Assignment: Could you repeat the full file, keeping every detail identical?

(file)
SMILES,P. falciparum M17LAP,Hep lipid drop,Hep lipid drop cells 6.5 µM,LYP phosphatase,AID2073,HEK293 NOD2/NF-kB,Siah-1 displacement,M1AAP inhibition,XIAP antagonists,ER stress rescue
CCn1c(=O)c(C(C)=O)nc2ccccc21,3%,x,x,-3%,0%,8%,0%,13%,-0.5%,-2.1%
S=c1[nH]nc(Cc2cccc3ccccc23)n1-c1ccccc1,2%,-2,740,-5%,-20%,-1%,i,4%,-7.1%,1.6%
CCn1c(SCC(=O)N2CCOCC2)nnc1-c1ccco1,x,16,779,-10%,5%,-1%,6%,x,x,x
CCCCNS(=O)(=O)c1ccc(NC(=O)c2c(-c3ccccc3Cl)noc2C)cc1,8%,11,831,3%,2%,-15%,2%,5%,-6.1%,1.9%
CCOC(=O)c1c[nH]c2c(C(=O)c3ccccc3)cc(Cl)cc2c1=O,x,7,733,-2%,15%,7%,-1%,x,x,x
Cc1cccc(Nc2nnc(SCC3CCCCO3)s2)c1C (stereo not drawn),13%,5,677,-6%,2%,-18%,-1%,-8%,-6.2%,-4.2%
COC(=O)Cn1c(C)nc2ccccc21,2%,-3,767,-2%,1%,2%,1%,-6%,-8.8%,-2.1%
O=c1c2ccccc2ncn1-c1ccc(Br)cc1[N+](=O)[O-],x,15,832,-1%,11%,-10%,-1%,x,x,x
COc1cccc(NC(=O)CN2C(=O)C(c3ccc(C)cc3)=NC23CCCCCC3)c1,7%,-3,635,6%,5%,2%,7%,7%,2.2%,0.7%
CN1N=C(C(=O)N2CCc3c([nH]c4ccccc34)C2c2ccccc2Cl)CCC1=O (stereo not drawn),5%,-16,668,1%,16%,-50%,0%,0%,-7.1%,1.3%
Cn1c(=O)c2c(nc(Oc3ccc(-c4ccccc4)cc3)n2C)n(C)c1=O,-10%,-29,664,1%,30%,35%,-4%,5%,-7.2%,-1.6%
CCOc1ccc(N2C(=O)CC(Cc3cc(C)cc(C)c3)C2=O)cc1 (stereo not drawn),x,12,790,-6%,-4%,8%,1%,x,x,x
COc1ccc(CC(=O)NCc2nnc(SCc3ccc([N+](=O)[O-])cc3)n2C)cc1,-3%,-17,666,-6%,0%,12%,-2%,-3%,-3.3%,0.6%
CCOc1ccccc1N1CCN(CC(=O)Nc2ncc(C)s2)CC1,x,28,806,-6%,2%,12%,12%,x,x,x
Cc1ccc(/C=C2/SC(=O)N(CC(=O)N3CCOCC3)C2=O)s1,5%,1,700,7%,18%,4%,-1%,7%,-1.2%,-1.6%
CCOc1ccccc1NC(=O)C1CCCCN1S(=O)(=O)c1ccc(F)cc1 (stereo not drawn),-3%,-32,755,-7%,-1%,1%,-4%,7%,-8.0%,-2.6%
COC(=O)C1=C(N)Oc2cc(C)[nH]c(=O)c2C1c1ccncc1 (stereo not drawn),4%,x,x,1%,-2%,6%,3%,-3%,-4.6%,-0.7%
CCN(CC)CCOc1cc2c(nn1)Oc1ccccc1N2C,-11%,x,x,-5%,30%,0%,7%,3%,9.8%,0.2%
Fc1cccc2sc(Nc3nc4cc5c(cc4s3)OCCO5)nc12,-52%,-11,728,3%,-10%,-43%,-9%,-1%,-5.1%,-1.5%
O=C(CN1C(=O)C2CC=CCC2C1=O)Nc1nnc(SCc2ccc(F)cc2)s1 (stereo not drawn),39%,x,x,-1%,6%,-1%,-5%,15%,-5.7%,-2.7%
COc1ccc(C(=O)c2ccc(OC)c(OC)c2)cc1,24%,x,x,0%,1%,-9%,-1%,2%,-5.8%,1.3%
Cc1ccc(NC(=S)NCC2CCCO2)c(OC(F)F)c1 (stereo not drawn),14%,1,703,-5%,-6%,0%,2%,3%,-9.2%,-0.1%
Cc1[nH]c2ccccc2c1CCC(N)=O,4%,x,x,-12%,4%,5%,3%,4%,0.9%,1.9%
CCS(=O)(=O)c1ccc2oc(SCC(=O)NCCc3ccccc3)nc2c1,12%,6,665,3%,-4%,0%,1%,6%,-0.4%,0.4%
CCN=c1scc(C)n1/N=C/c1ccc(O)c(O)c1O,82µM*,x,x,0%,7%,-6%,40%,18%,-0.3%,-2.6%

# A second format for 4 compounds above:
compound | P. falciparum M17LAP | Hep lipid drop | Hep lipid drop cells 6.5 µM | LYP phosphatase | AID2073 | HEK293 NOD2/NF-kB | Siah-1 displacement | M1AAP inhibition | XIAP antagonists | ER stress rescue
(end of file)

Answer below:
SMILES,P. falciparum M17LAP,Hep lipid drop,Hep lipid drop cells 6.5 µM,LYP phosphatase,AID2073,HEK293 NOD2/NF-kB,Siah-1 displacement,M1AAP inhibition,XIAP antagonists,ER stress rescue
CCn1c(=O)c(C(C)=O)nc2ccccc21,3%,x,x,-3%,0%,8%,0%,13%,-0.5%,-2.1%
S=c1[nH]nc(Cc2cccc3ccccc23)n1-c1ccccc1,2%,-2,740,-5%,-20%,-1%,i,4%,-7.1%,1.6%
CCn1c(SCC(=O)N2CCOCC2)nnc1-c1ccco1,x,16,779,-10%,5%,-1%,6%,x,x,x
CCCCNS(=O)(=O)c1ccc(NC(=O)c2c(-c3ccccc3Cl)noc2C)cc1,8%,11,831,3%,2%,-15%,2%,5%,-6.1%,1.9%
CCOC(=O)c1c[nH]c2c(C(=O)c3ccccc3)cc(Cl)cc2c1=O,x,7,733,-2%,15%,7%,-1%,x,x,x
Cc1cccc(Nc2nnc(SCC3CCCCO3)s2)c1C (stereo not drawn),13%,5,677,-6%,2%,-18%,-1%,-8%,-6.2%,-4.2%
COC(=O)Cn1c(C)nc2ccccc21,2%,-3,767,-2%,1%,2%,1%,-6%,-8.8%,-2.1%
O=c1c2ccccc2ncn1-c1ccc(Br)cc1[N+](=O)[O-],x,15,832,-1%,11%,-10%,-1%,x,x,x
COc1cccc(NC(=O)CN2C(=O)C(c3ccc(C)cc3)=NC23CCCCCC3)c1,7%,-3,635,6%,5%,2%,7%,7%,2.2%,0.7%
CN1N=C(C(=O)N2CCc3c([nH]c4ccccc34)C2c2ccccc2Cl)CCC1=O (stereo not drawn),5%,-16,668,1%,16%,-50%,0%,0%,-7.1%,1.3%
Cn1c(=O)c2c(nc(Oc3ccc(-c4ccccc4)cc3)n2C)n(C)c1=O,-10%,-29,664,1%,30%,35%,-4%,5%,-7.2%,-1.6%
CCOc1ccc(N2C(=O)CC(Cc3cc(C)cc(C)c3)C2=O)cc1 (stereo not drawn),x,12,790,-6%,-4%,8%,1%,x,x,x
COc1ccc(CC(=O)NCc2nnc(SCc3ccc([N+](=O)[O-])cc3)n2C)cc1,-3%,-17,666,-6%,0%,12%,-2%,-3%,-3.3%,0.6%
CCOc1ccccc1N1CCN(CC(=O)Nc2ncc(C)s2)CC1,x,28,806,-6%,2%,12%,12%,x,x,x
Cc1ccc(/C=C2/SC(=O)N(CC(=O)N3CCOCC3)C2=O)s1,5%,1,700,7%,18%,4%,-1%,7%,-1.2%,-1.6%
CCOc1ccccc1NC(=O)C1CCCCN1S(=O)(=O)c1ccc(F)cc1 (stereo not drawn),-3%,-32,755,-7%,-1%,1%,-4%,7%,-8.0%,-2.6%
COC(=O)C1=C(N)Oc2cc(C)[nH]c(=O)c2C1c1ccncc1 (stereo not drawn),4%,x,x,1%,-2%,6%,3%,-3%,-4.6%,-0.7%
CCN(CC)CCOc1cc2c(nn1)Oc1ccccc1N2C,-11%,x,x,-5%,30%,0%,7%,3%,9.8%,0.2%
Fc1cccc2sc(Nc3nc4cc5c(cc4s3)OCCO5)nc12,-52%,-11,728,3%,-10%,-43%,-9%,-1%,-5.1%,-1.5%
O=C(CN1C(=O)C2CC=CCC2C1=O)Nc1nnc(SCc2ccc(F)cc2)s1 (stereo not drawn),39%,x,x,-1%,6%,-1%,-5%,15%,-5.7%,-2.7%
COc1ccc(C(=O)c2ccc(OC)c(OC)c2)cc1,24%,x,x,0%,1%,-9%,-1%,2%,-5.8%,1.3%
Cc1ccc(NC(=S)NCC2CCCO2)c(OC(F)F)c1 (stereo not drawn),14%,1,703,-5%,-6%,0%,2%,3%,-9.2%,-0.1%
Cc1[nH]c2ccccc2c1CCC(N)=O,4%,x,x,-12%,4%,5%,3%,4%,0.9%,1.9%
CCS(=O)(=O)c1ccc2oc(SCC(=O)NCCc3ccccc3)nc2c1,12%,6,665,3%,-4%,0%,1%,6%,-0.4%,0.4%
CCN=c1scc(C)n1/N=C/c1ccc(O)c(O)c1O,82µM*,x,x,0%,7%,-6%,40%,18%,-0.3%,-2.6%

# A second format for 4 compounds above:
compound | P. falciparum M17LAP | Hep lipid drop | Hep lipid drop cells 6.5 µM | LYP phosphatase | AID2073 | HEK293 NOD2/NF-kB | Siah-1 displacement | M1AAP inhibition | XIAP antagonists | ER stress rescue